Aug 11, 2015

What’s the Motivation?

My first and last new car was a 1973 Mazda RX3. My only new motorcycles were 1974 Yamaha MX100 (my wife’s first and only motorcycle), a 1973 125 Rickman ISDT Replica, and a 1974 Suzuki RL250. The Yamaha and the Rickman were reasonably good buys, $500 each, and the Suzuki was a total bust (I paid $1100 pre-tax and Suzuki dropped the price to $700 in early 1975 to unload their unsold inventory and abandon the trials business, which totally devalued my purchase.). So, when I read an article like Motorcyclist’s 5 STEPS TO CLOSING THE DEAL | RETAIL CONFIDENTIAL, I have to admit I don’t get why anyone would buy a new motorcycle.

The article has lots of tips intended to keep the buyer from getting screwed or screwing himself, but the real ripoff is the fact that you will lose about 20-50% of the purchase price the moment you ride off of the lot. It’s nice that the magazine is offering a few ideas to minimize the financial disaster resulting from buying a new bike and I understand why they are not advising riders to buy used (lost advertising revenue). Still, I do not understand why people spend the money they spend on new cars and motorcycles and guitars and other items that depreciate so quickly and are perfectly functional after some other sucker has taken the new price hit. I’m ready to be educated, though.


  1. If I can buy used from a reputable dealer, I'd rather do that. I've bought two motorcycles in private sales, and both have had significant non-visible problems. The GL500i had something seriously wrong with the ignition system, and possibly also the charging system. I ended up selling it before I figured out what was wrong. The CM450C had a very, very messed up clutch. It was clear the clutch was due for work, since it was slipping a little. What was not clear was that the previous owner had actually broken the clutch basket and then wired it together and reinstalled it anyway, which broke other things. That took it from $50 in parts to $1000 parts and labor. The electrical system on the bike also looks good at first inspection -- it all works, nothing is obviously mangled -- but once you start digging it turns out it's been pretty badly modified. I think my favorite is the 12ga solid copper wire used as a ground for the brake lights.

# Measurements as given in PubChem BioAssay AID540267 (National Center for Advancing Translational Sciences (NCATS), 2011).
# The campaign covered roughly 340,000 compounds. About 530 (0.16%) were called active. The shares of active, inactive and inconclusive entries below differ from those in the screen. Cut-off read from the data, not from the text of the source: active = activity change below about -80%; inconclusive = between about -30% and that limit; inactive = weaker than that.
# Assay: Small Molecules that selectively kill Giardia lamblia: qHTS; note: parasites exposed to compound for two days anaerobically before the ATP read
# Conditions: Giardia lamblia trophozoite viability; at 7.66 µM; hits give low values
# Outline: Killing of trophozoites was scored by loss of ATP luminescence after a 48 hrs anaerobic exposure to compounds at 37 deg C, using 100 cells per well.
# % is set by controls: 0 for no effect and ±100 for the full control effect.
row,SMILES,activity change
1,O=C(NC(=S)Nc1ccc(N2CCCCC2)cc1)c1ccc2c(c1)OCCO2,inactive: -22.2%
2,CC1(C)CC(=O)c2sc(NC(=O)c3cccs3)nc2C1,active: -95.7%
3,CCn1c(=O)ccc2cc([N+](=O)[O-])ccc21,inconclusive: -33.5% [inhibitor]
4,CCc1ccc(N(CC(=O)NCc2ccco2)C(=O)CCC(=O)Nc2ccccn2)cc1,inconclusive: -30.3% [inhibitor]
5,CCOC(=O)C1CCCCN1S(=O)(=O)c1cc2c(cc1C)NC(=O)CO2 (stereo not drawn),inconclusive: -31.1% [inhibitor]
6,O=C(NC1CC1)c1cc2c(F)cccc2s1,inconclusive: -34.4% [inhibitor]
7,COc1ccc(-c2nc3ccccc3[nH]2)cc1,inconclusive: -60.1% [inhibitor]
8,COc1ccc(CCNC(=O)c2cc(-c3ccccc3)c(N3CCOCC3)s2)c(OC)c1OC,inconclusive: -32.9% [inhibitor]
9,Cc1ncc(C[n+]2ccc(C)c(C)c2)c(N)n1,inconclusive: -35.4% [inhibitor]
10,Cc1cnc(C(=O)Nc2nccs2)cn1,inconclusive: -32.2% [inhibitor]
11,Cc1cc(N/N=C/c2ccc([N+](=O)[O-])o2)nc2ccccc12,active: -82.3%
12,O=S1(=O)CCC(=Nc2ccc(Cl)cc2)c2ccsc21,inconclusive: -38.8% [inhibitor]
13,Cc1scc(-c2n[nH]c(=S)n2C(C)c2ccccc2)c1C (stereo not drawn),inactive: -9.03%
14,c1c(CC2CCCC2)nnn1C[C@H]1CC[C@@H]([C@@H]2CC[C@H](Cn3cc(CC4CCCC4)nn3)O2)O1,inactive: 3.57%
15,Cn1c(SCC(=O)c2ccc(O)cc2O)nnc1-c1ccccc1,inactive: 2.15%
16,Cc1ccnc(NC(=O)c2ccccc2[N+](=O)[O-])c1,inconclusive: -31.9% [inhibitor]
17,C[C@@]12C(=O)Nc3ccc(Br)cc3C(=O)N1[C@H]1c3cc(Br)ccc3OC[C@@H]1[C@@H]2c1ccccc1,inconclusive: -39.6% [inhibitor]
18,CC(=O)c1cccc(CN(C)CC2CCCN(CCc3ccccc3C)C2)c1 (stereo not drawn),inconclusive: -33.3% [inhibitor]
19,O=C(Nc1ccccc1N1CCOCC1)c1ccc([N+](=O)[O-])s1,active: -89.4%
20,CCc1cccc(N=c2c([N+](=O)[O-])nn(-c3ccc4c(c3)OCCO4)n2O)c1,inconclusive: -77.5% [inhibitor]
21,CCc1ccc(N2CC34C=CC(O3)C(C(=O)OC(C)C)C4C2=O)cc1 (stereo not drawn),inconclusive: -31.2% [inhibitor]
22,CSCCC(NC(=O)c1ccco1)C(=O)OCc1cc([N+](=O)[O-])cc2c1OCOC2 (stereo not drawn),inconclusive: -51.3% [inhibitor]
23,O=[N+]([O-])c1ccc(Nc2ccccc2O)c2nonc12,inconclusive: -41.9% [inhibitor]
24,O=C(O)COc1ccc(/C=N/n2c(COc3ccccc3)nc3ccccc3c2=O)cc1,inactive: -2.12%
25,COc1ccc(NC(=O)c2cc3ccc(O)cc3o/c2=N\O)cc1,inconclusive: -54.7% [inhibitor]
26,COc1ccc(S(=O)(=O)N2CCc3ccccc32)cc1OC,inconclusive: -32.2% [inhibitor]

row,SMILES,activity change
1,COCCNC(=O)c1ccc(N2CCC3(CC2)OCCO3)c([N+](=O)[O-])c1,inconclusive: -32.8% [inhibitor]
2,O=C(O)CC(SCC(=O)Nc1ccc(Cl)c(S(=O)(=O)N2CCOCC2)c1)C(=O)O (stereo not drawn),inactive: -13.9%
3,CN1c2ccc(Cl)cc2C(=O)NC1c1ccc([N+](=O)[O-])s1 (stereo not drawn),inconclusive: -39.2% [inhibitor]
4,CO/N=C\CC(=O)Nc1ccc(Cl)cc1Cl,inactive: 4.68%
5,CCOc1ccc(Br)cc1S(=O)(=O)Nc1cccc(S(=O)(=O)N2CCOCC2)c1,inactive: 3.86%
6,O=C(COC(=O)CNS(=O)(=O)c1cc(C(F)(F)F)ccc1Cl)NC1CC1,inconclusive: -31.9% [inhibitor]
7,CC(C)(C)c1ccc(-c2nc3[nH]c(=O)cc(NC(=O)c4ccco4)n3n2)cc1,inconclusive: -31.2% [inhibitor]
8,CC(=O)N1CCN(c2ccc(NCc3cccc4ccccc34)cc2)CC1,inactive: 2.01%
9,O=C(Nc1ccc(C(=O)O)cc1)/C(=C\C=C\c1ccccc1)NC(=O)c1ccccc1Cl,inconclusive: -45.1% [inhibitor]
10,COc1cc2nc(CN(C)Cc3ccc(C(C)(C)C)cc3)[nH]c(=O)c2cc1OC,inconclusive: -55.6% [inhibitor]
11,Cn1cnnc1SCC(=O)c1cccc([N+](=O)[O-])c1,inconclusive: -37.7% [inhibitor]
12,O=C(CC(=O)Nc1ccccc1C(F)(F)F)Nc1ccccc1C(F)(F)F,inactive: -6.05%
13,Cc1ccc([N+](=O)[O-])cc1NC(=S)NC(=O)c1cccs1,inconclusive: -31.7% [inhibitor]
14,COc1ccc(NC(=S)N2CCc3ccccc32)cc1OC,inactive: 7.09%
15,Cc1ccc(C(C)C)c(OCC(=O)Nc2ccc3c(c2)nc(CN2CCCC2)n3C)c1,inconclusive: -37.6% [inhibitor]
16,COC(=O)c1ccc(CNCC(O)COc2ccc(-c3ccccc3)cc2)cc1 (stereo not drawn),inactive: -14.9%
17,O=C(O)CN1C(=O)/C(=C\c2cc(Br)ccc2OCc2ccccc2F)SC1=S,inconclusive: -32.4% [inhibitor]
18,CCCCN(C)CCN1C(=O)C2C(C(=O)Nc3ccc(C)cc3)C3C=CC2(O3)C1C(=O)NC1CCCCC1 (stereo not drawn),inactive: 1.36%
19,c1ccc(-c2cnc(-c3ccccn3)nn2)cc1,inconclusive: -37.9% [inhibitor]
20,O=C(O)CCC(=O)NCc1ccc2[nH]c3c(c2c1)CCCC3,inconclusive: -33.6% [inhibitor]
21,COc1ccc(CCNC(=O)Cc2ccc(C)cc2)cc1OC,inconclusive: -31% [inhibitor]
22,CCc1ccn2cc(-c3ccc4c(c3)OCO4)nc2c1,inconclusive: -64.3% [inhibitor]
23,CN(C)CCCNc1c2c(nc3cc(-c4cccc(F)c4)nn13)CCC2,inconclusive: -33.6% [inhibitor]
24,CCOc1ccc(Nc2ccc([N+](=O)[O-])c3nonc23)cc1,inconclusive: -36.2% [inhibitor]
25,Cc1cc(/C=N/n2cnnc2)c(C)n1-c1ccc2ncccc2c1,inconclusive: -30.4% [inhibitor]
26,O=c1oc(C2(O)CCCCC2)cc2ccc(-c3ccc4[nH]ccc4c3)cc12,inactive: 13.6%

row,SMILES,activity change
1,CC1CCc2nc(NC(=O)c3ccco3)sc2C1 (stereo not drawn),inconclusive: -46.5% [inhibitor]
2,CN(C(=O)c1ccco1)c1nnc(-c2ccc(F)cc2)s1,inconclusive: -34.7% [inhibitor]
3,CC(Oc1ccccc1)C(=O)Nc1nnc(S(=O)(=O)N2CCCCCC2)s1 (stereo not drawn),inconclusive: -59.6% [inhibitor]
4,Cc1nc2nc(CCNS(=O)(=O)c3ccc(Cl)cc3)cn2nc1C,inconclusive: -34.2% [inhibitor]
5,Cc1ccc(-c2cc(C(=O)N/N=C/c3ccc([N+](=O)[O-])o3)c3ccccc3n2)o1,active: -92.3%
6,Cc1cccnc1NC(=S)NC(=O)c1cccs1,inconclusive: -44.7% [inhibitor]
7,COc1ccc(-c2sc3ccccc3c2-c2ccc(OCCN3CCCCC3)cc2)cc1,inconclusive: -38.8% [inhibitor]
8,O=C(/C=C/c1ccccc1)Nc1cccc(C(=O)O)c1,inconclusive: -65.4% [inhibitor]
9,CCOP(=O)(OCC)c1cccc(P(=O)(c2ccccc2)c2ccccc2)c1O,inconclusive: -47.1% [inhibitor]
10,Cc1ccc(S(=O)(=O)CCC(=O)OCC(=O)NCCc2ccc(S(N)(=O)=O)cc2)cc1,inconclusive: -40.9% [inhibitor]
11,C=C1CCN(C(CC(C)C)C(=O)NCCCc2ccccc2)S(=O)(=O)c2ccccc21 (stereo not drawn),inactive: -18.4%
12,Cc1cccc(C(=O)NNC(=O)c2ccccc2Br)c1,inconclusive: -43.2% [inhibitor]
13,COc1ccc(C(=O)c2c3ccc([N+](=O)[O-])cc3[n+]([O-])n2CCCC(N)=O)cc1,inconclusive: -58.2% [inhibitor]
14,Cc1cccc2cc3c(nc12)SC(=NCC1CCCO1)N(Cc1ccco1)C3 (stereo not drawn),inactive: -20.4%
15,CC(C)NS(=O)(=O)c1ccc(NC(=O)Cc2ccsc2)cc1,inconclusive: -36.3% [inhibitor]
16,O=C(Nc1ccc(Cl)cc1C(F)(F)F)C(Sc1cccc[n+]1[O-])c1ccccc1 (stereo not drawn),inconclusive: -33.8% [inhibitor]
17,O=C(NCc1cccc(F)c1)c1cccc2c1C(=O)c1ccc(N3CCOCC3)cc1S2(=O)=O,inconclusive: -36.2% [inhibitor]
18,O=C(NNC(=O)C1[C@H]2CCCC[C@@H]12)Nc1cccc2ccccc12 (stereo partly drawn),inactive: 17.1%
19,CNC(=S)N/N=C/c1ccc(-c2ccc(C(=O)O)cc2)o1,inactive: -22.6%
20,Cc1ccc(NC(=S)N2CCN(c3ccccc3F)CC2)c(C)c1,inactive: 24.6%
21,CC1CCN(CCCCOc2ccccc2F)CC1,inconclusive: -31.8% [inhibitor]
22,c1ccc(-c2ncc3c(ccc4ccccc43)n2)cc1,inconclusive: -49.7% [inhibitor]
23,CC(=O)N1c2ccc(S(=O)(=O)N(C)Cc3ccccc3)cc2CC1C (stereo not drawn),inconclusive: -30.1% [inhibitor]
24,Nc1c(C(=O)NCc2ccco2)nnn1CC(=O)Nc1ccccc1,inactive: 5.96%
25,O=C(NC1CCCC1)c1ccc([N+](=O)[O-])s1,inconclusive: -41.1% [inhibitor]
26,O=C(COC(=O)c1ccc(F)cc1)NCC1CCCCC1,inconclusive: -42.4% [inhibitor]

If someone had had enough experiences like that, I could see them deciding brand new was worth it. I'd still prefer to buy used from a good dealer, though.

  2. Good point. My buying used rule is pretty much "If you've modified/improved/customized the bike in any way" I don't want it or I'm going to offer you about 50% of the Blue Book price. I've still been surprised when I've bought a modified bike, but at least I haven't been financially mangled.

    Likewise, I've heard some horror stories about new bikes and lousy dealer service and those stories are total financial disasters. I do about 90% of my own work, so I do my own inspections with that in mind and the repair costs are accordingly low in investment and high in time. Life is a tradeoff and since I don't hate the maintenance buying used is the one I make.

  3. My step-dad always said when you buy used, you're buying someone else's problems. However, I don't think that man has ever bought a new car in his life... and he does have a lot of problems.
    I've bought both new and used, I usually search, and search, and search, and search, and search, and search, and search, and search, and search, and search for the perfect used item, before giving up and buying new. If you have the patience to wait for the right used something to come along I'm all for it. Otherwise, new now is nice.

  4. "Now" has rarely been a consideration for me. At 67 I probably don't have forever to make a decision on stuff I might want, but I've become pretty good at telling "want" from "need" and if I don't need it now I can put off when I want something indefinitely. I want an electric motorcycle, but I don't need it at all and $10k is so far out of my budget for any motorcycle, ever, that I'll just wait for my price, condition, and model requirements to be met or pass on the experiment altogether. I've been poor and I've been middle class (never rich) and wanting stuff now has always seemed to me to be the way middle class people end up being poor when they get old. If I can avoid it, I'd rather not be poor at my age.


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